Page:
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    Ms. Karla Clark, Jet Propulsion Laboratory, United States



    Europa Jupiter System Mission (EJSM)— would be an international mission that would achieve Decadal Survey and Cosmic Vision goals. NASA and ESA have concluded a joint study of a mission to Europa, Ganymede and the Jupiter system with orbiters developed by NASA and ESA. The baseline EJSM architecture consists of two primary elements operating in the Jovian system: the NASA-led Jupiter Europa Orbiter (JEO), and the ESA-led Jupiter Ganymede Orbiter (JGO). JEO and JGO would execute a choreographed exploration of the Jupiter System before settling into orbit around Europa and Ganymede, respectively. JEO and JGO would carry ten to eleven complementary instruments each to monitor dynamic phenomena (such as Io’s volcanoes and Jupiter’s atmosphere), map the Jovian magnetosphere and its interactions with the Galilean satellites, and characterize water oceans beneath the ice shells of Europa and Ganymede.
    EJSM would fully addresses high priority science objectives identified by the National Research Council’s (NRC’s) Decadal Survey and ESA’s Cosmic Vision for exploration of the outer solar system. EJSM would investigate the potential habitability of the active ocean-bearing moons Europa and Ganymede, detailing the geophysical, compositional, geological, and external processes that affect these icy worlds. EJSM would also explore Io and Callisto, Jupiter’s atmosphere, and the Jovian magnetosphere. By understanding the Jupiter system and unraveling its history, the formation and evolution of gas giant planets and their satellites would be better known. Most important, EJSM would shed new light on the potential for the emergence of life in the celestial neighborhood and beyond.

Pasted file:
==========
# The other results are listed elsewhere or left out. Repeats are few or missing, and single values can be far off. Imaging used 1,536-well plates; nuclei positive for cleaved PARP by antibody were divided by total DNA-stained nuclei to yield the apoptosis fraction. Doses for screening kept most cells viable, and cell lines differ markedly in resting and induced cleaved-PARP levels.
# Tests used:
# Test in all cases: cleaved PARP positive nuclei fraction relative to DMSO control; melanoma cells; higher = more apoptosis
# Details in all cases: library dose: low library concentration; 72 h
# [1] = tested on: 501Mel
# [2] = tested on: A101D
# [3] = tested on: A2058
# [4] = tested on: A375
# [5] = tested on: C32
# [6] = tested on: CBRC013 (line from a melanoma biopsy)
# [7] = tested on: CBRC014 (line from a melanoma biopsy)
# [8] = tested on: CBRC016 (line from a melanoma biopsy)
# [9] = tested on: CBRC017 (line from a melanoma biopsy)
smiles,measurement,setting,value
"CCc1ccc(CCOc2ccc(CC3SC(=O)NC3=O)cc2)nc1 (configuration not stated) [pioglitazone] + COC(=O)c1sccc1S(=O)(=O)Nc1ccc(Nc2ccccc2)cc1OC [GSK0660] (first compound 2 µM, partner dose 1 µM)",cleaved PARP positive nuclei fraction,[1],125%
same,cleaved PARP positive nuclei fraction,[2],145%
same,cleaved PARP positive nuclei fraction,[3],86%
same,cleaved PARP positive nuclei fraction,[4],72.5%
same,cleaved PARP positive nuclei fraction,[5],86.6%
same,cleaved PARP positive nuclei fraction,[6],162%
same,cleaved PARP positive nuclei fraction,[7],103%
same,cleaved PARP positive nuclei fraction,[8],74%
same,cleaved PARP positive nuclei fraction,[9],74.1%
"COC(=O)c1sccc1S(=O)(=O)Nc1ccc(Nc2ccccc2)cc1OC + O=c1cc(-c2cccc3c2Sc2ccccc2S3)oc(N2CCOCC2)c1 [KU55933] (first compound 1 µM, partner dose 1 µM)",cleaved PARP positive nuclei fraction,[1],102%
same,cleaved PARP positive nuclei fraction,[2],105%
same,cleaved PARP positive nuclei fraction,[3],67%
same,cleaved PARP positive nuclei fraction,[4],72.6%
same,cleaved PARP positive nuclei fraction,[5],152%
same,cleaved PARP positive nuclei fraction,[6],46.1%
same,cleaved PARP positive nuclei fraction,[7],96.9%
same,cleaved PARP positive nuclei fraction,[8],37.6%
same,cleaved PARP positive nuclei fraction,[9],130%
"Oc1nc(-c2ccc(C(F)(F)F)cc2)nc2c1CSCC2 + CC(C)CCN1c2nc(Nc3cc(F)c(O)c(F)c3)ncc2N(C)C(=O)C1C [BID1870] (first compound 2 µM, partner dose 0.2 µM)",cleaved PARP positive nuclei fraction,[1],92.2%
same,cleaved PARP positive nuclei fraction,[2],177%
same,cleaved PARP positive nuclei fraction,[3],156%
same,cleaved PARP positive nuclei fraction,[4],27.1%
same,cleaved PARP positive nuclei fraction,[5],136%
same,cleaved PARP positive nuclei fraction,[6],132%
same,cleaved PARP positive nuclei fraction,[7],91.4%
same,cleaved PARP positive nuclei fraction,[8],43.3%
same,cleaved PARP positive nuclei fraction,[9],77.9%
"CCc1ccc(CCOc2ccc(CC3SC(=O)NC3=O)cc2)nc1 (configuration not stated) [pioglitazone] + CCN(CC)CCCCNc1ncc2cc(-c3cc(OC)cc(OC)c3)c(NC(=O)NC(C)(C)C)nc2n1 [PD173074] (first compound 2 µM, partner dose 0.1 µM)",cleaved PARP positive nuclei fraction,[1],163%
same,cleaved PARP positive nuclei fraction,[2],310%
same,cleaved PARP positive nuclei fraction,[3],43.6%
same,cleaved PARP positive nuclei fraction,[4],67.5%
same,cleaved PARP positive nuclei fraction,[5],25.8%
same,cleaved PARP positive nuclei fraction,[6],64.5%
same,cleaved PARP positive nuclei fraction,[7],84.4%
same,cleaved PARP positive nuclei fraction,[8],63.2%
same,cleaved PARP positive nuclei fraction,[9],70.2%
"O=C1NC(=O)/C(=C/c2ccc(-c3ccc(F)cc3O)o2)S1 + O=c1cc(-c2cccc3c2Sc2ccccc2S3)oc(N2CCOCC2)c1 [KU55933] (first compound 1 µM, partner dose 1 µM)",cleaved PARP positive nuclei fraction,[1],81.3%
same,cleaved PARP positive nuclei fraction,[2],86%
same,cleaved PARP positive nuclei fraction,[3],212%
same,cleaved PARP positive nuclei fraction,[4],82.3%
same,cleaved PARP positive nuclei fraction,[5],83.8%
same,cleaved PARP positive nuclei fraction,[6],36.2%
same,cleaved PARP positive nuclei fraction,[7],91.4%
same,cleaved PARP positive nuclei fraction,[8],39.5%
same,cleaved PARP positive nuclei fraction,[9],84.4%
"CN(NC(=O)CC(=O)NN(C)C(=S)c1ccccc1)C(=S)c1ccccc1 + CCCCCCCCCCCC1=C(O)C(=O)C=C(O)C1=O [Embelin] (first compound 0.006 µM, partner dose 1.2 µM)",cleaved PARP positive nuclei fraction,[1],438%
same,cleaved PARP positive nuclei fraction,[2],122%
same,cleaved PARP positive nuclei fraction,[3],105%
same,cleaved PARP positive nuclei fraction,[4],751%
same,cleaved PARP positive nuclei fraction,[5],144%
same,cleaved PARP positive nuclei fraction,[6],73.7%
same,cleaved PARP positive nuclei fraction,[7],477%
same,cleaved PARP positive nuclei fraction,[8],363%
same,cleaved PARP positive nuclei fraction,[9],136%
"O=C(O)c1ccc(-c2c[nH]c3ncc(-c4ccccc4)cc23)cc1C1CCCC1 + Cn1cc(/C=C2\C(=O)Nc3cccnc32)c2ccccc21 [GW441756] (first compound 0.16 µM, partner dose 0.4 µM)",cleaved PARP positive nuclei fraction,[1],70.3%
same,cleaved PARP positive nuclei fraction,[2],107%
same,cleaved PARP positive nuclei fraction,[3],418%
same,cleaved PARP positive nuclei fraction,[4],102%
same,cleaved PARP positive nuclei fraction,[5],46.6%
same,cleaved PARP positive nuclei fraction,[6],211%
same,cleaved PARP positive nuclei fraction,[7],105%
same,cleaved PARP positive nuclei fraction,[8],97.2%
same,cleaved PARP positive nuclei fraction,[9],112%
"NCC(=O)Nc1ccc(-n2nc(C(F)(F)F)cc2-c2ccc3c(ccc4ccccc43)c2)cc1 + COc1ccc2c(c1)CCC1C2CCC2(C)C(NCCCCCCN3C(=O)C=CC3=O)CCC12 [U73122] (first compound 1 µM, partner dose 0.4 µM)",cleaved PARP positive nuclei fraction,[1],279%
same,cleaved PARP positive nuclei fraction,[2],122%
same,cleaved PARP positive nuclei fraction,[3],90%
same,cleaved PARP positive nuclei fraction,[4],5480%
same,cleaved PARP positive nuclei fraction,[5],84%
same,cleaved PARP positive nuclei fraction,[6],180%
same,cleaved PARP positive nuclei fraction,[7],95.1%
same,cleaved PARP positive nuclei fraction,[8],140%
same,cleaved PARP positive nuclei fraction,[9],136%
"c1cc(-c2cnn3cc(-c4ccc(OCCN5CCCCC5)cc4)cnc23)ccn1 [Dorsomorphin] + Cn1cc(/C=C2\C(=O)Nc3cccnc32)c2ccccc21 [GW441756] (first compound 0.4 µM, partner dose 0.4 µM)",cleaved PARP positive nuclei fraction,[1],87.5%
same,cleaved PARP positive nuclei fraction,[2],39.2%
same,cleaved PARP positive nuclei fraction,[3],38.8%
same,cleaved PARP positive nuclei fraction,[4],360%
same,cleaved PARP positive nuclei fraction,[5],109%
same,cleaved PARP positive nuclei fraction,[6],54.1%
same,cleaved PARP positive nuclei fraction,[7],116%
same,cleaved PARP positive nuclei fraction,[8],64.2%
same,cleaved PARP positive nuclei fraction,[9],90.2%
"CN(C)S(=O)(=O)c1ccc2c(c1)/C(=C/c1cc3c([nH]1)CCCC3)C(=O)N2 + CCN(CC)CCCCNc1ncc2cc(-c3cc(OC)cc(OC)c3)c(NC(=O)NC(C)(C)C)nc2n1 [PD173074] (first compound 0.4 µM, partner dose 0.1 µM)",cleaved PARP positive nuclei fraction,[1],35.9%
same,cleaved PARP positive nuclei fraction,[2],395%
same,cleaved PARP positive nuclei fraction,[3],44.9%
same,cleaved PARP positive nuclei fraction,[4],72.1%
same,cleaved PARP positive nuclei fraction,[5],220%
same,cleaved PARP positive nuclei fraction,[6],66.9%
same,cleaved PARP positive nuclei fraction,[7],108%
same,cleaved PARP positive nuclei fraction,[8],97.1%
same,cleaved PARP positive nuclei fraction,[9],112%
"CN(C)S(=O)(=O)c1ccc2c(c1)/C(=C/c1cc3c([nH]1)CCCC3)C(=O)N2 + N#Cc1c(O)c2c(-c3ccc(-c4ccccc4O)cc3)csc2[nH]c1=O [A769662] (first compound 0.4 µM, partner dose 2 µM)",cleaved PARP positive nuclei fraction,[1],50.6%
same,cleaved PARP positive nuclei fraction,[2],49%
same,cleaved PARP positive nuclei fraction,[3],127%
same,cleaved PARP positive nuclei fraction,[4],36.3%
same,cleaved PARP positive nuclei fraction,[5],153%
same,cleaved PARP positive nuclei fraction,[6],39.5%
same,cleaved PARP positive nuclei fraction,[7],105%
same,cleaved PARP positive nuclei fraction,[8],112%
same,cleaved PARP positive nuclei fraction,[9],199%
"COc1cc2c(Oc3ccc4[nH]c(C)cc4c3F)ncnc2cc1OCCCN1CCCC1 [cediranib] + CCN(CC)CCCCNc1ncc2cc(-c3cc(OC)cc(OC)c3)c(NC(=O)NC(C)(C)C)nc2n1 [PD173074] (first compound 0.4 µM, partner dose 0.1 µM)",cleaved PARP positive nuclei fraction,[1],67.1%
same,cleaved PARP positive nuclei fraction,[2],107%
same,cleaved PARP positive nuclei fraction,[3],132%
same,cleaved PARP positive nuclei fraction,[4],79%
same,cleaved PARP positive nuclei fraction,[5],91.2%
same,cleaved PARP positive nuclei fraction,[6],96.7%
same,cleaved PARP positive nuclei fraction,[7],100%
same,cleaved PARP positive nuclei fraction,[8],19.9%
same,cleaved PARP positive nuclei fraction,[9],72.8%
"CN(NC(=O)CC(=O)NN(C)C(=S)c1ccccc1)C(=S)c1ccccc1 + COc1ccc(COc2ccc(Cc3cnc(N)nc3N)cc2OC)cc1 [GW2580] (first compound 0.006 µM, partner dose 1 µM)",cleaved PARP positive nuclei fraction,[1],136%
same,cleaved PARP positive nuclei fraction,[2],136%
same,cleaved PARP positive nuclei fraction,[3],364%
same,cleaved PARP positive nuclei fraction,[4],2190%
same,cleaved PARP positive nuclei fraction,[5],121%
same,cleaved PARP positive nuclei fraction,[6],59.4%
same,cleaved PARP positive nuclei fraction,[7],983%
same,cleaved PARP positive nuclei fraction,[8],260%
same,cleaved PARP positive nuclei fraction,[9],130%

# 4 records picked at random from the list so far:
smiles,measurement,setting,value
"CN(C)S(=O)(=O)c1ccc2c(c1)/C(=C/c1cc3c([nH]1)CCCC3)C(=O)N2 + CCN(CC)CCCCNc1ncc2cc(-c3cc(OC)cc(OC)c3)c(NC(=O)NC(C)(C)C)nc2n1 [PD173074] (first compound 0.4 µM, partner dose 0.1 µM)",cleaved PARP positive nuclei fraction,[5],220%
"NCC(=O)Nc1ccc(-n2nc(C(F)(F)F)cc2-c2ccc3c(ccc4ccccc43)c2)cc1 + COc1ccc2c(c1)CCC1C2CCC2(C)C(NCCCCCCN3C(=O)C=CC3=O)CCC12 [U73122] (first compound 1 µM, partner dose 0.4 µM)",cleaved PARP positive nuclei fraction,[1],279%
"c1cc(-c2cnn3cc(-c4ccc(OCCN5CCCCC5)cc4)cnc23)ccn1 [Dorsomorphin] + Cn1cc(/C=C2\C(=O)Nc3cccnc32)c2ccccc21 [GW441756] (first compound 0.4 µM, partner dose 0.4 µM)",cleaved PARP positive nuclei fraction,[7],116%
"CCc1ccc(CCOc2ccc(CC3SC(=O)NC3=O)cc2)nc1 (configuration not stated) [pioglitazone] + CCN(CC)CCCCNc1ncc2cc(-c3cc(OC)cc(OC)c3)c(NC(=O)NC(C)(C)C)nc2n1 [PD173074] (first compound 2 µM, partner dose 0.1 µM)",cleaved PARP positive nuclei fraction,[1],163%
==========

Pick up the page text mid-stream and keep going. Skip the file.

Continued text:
The EJSM mission architecture provides opportunities for coordinated synergistic observations by JEO and JGO of the Jupiter and Ganymede magnetospheres, the volcanoes and torus of Io, the atmosphere of Jupiter, and comparative planetology of icy satellites. Each spacecraft could and would conduct “standalone” measurements, including the detailed investigation of Europa and Ganymede, providing significant programmatic flexibility.
    Although engineering advances are needed for JEO (radiation designs) and JGO, no new technologies would be required to execute either EJSM mission element. Mission enhancing technologies could be incorpoarted if available by 2012 – 2013. Risk mitigation activities are under way to ensure that the radiation designs are implemented in the lowest-risk approach. The baseline mission concepts include robust mass and power margins.
    The mission architecture provides optimal balance between science, risk, and cost using three guiding principles: achieve Decadal science; build on lessons learned; and leverage international collaborations.
    Abstract document


    Manuscript document

    IAC-09.A3.6.6.pdf (🔒 authorized access only).

    To get the manuscript, please contact IAF Secretariat.